Good Christian Girl
Two decades of stained glass and steeples, pastors and preachers but never a therapist. Surrounded by Bibles and hymnals; prayer requests welcome, but never a “negative” emotion.
A Good Christian girl counts her blessings and remembers God has a plan. She always practices etiquette and good manners; she only says nice things, she’s never a downer.
Christian mothers wagged their fingers at my furrowed brow, “You really would look so much prettier if you smiled more”.
Sunday School classes centered on seeking the joy of the Lord, having a good attitude and never complaining. Questions were allowed if they had “easy” answers; anything else was backsliding. A Good Christian Girl doesn’t rock the boat.
“You’ll feel better if you look on the bright side.” “You should volunteer, you’ll see others have it much worse than you.” “Follow God and you’ll be blessed.” “Everything happens for a reason” “God works in mysterious ways.”
Church leaders promised if I trusted God I would be okay. After all, I was a Good Christian Girl and God was on my side. So I trusted and prayed, volunteered and obeyed, but the truth is, their promises turned up empty.
With a cheery face and a scream trapped in my lungs, I was drowning. For far too long I was silenced with a smile.
Living in a box too small for me, there comes a breaking point. So much was stolen from me in the name of Goodness, but I’m surviving and finding my strength.
Now on the other side, I don’t need to find a silver lining. I’ve been learning a few lessons of my own. My innocence, my health, my happiness weren’t obstacles to my virtue. Suffering isn’t always refining.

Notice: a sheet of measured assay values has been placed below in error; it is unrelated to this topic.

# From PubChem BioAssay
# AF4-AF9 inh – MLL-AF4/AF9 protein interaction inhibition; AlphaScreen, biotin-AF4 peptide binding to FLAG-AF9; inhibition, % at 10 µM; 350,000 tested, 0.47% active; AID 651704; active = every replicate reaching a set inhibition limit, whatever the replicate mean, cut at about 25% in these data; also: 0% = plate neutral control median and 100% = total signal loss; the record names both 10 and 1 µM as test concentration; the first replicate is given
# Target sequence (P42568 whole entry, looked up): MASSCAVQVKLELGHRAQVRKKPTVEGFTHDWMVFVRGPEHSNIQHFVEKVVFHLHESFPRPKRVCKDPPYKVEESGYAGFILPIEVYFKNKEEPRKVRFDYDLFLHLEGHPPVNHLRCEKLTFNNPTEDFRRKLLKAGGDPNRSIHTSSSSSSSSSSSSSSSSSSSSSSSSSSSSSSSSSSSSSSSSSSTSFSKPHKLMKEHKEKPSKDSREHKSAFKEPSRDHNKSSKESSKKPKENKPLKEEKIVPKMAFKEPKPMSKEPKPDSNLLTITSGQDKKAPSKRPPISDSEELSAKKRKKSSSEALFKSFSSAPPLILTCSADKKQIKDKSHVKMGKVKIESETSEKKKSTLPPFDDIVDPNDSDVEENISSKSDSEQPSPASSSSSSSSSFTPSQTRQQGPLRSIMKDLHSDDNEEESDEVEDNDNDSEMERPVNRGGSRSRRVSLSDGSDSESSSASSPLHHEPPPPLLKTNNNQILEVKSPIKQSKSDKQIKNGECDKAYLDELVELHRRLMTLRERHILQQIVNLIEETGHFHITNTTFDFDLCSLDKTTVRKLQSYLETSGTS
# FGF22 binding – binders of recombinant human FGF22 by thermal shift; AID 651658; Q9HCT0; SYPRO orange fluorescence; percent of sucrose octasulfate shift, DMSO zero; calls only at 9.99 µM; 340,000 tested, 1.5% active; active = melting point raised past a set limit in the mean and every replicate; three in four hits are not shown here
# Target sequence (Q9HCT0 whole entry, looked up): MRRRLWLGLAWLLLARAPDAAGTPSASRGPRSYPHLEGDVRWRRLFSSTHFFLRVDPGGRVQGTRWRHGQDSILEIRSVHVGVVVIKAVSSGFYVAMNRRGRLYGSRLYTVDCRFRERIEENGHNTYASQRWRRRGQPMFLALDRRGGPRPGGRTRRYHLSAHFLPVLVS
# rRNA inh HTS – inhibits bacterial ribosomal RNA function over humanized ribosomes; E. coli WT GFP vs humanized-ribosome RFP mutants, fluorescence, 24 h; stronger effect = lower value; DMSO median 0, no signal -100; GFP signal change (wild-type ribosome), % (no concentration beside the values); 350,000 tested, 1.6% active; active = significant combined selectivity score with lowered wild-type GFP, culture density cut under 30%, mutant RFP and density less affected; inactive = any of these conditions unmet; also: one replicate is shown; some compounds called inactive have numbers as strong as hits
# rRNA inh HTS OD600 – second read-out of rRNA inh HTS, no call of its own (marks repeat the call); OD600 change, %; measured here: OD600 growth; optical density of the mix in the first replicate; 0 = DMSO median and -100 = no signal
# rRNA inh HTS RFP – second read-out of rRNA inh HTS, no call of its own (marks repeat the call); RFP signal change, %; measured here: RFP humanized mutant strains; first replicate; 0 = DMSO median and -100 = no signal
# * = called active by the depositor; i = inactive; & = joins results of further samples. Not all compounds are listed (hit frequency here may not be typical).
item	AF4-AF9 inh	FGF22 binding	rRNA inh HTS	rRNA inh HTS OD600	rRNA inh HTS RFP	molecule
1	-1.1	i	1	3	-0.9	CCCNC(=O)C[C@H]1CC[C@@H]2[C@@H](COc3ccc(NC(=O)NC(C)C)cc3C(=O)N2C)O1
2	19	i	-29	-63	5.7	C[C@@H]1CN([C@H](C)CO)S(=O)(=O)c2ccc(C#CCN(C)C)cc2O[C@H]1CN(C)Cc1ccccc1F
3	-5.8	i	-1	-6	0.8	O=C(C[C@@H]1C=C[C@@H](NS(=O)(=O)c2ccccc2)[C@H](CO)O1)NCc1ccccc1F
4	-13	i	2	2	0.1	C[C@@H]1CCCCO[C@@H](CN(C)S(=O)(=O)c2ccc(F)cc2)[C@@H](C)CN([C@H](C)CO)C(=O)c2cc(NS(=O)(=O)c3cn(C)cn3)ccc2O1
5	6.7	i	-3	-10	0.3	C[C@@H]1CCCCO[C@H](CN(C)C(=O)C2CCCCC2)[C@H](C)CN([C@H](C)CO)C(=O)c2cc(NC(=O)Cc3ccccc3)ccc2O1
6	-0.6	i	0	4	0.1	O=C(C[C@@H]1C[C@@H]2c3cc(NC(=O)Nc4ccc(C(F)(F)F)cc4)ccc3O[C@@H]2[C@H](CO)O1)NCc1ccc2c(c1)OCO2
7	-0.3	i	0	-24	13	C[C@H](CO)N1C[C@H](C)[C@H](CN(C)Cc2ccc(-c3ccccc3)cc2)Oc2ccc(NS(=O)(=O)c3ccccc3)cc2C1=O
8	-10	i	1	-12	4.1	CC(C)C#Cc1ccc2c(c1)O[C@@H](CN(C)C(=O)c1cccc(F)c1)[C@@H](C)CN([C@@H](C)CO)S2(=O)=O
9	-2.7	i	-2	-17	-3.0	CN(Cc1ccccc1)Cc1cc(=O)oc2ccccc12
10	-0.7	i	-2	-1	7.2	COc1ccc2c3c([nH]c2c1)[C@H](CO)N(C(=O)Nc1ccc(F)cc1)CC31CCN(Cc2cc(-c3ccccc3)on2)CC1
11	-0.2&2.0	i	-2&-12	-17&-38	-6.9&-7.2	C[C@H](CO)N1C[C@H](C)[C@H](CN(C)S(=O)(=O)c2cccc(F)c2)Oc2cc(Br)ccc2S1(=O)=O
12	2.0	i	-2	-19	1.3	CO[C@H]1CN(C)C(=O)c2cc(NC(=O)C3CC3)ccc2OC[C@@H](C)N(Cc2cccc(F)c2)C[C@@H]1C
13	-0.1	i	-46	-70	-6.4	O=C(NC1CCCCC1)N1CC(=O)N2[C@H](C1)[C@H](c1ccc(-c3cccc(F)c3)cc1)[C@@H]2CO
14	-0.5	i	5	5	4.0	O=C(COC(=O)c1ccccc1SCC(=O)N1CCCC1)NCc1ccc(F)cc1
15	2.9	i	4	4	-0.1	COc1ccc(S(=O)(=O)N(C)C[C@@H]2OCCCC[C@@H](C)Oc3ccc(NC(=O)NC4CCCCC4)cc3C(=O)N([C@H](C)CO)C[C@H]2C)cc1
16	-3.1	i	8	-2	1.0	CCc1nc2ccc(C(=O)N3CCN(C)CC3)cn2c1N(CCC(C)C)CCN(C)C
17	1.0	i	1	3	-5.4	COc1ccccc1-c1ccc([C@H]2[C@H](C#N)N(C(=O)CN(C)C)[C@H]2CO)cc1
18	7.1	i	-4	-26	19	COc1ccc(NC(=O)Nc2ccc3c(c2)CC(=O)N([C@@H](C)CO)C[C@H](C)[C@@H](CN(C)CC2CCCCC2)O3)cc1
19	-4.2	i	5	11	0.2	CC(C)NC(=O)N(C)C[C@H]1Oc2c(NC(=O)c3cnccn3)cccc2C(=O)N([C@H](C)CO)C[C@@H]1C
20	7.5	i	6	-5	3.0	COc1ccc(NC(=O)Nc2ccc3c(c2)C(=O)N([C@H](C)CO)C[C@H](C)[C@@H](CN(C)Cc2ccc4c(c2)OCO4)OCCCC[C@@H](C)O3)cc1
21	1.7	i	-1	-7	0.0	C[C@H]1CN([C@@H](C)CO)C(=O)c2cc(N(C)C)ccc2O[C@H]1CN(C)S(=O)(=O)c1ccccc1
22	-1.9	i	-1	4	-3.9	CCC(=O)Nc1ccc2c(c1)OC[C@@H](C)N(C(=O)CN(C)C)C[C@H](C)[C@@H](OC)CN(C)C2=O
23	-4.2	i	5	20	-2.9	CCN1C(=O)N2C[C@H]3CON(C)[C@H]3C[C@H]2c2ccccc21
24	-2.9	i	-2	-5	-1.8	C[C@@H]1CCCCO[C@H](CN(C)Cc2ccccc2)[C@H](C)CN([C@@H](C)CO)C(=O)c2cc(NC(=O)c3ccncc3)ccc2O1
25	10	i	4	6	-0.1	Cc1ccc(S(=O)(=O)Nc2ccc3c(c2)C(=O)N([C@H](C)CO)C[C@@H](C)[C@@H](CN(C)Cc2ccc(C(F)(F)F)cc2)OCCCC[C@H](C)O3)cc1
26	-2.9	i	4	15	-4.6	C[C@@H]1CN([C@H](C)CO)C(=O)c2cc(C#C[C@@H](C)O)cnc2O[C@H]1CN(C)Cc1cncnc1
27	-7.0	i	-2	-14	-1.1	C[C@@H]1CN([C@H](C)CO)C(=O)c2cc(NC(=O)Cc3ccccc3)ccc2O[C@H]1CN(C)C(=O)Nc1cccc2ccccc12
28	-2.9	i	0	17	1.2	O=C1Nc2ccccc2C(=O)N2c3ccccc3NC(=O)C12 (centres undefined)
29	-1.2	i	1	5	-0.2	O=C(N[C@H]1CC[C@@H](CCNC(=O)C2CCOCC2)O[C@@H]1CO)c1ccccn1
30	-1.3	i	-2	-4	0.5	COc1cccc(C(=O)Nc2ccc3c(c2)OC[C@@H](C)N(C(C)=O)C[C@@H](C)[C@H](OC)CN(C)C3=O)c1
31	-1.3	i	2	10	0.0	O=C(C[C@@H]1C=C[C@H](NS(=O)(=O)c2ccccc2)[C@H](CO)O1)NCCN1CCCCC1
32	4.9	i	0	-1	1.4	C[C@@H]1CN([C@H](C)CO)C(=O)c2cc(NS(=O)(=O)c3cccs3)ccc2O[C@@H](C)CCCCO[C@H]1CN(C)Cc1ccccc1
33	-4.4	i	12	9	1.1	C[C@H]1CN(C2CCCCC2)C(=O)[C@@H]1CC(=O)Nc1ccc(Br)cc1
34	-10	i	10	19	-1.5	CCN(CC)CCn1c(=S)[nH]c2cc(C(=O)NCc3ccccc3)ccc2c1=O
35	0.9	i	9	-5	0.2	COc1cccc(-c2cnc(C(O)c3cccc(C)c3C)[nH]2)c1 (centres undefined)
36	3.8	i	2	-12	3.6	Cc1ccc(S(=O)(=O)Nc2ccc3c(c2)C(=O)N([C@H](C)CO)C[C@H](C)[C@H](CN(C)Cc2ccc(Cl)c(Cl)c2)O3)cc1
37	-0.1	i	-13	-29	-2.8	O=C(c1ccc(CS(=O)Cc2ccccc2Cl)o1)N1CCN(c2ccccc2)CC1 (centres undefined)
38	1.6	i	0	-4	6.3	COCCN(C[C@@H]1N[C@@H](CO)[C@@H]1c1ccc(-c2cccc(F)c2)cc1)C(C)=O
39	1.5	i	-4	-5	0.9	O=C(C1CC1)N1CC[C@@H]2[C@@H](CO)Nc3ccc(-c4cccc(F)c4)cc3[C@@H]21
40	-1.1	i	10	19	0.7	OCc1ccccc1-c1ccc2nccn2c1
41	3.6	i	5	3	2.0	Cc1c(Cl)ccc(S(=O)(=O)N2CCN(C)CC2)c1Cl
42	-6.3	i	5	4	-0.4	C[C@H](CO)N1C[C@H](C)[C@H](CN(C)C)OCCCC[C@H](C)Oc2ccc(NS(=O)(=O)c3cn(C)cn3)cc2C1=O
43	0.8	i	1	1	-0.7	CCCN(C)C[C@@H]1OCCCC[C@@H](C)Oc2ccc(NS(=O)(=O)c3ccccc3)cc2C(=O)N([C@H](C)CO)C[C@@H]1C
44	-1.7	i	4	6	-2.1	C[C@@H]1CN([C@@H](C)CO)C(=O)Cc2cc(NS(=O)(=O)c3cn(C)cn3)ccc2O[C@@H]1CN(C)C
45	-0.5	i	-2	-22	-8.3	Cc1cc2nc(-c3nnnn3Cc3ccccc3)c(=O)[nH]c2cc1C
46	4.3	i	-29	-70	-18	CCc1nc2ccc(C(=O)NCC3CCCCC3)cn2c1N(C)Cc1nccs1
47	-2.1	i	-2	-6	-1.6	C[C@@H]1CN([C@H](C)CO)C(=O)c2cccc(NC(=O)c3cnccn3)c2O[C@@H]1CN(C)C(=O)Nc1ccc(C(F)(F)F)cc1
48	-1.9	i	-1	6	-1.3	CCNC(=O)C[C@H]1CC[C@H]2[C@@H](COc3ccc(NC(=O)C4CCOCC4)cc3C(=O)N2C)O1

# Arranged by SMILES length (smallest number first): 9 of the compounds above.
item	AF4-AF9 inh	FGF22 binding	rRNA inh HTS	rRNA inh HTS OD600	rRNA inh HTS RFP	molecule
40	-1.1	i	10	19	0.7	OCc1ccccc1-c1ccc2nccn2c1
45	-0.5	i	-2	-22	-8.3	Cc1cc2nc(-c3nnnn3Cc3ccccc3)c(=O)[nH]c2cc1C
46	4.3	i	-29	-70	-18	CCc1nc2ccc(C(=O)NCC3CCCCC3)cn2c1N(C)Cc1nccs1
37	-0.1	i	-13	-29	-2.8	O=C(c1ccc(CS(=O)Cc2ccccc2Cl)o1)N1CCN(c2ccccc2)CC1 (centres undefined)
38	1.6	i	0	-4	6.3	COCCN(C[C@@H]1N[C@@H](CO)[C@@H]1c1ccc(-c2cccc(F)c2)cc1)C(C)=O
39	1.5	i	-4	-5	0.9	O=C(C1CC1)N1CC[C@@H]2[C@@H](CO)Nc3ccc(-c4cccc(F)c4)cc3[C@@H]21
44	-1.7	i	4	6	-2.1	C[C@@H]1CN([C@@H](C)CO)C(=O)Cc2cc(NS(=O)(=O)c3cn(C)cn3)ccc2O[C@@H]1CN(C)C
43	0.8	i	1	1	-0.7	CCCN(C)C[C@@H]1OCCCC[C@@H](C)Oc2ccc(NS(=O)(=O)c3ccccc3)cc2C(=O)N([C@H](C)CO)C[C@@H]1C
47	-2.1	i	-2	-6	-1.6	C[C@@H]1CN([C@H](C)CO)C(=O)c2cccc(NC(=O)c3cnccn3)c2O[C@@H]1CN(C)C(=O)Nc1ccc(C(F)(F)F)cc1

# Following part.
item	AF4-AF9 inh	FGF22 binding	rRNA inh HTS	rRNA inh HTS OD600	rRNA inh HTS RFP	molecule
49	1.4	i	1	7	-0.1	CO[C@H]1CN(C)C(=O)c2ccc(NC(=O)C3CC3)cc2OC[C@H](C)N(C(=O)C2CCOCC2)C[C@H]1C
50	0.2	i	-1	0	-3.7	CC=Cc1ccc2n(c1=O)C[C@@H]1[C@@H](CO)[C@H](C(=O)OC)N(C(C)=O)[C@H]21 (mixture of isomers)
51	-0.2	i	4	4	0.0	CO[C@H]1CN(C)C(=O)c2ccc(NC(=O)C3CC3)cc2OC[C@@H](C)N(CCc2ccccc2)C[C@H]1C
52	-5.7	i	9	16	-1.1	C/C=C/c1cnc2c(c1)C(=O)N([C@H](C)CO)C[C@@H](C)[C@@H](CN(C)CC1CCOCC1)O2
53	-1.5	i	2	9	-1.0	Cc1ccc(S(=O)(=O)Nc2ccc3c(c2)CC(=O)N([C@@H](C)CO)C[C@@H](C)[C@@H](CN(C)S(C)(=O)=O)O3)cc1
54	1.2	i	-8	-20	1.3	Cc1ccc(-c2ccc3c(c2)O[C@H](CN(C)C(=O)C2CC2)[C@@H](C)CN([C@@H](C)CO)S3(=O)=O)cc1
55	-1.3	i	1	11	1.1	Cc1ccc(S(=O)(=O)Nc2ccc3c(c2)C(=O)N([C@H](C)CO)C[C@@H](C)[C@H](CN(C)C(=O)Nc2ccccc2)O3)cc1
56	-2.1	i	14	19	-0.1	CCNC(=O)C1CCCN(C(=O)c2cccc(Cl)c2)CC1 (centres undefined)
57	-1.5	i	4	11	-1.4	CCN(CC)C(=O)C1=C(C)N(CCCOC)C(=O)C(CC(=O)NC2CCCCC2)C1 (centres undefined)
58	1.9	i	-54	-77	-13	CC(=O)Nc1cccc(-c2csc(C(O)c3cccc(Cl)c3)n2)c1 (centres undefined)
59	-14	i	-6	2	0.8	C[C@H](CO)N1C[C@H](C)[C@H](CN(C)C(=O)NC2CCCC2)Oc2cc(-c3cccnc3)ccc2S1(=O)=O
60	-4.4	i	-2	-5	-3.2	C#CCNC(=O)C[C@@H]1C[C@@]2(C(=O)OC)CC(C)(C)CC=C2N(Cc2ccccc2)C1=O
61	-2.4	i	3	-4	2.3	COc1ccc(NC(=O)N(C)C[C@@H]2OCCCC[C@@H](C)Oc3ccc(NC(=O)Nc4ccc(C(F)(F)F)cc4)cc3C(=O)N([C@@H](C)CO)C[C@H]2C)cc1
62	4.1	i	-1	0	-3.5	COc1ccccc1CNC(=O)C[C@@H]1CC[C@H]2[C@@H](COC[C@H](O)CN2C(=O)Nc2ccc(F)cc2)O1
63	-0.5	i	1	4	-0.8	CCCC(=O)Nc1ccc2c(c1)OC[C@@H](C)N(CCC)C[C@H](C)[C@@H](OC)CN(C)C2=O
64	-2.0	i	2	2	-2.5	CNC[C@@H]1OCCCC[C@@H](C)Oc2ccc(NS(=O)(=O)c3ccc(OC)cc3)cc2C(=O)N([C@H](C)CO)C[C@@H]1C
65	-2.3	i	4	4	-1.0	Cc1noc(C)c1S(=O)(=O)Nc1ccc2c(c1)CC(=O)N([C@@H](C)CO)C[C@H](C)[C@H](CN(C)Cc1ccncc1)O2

There doesn’t have to be a greater purpose to a loved one’s death, or abuse, or a diagnosis. Hardships don’t have to be lessons and trials aren’t signs I need my faith tested.
Not everything is worked out for my good. I wonder where I would be if trauma hadn’t held me down? Sometimes evil injustice wins, and it’s not because of my hidden sins.
I don’t have to be okay with it and I don’t have to get over it. I don’t have to believe this was all part of the plan. I can be angry, I can doubt, I can wrestle. And it’s not a crisis of faith.
Now I let my experiences shape my beliefs and not the other way around. There is no magic wand waving in the sky. I choose to trust myself.
Gone are the days of silent submission, fake smiles and shallow answers, and to hell with linear religious narratives!
I’ve found love in all the wrong places,and encountered peace where it wasn’t supposed to be.
I’ve discovered a sense of purpose in what I was told would be meaningless,experienced joy in situations I was warned would bring pain.
Healing has come from the very things I was taught would damage me, I even felt the safest from decisions that were supposedly dangerous.
The truth I was looking for turned out to be unorthodox and the saints I’ve met have all been sinners.
I’ve encountered God among the ungodly and I have come face to face with goodness in perhaps the most surprising of places – I have found it in myself.
Now I really have to wonder – what exactly did they try so hard to keep me from?
I’m learning to find my voice again and the more I unravel the indoctrination, the more sacredness I find.
Sometimes when I let myself sit in the darkness, I see the Light inside of me and I realize that maybe God is more like me than I was taught…
Maybe She is angry too.
~~~ ~~~ ~~~
This is a version of a piece I wrote for the deconstruction magazine Hyssop & Laurel. For those of you who have been following for a while, you might recognize it as a reimagination of two of my past works “Silenced with a Smile” and “Finding Love in all the Wrong Places”. It also includes brand new content. This piece I’m sharing now is very similar to my published version, with a few edits.
This writing was an attempt at describing my mental health journey while living through religion and coming out the other side. There is a lot of darkness, but also so much light and healing to be found.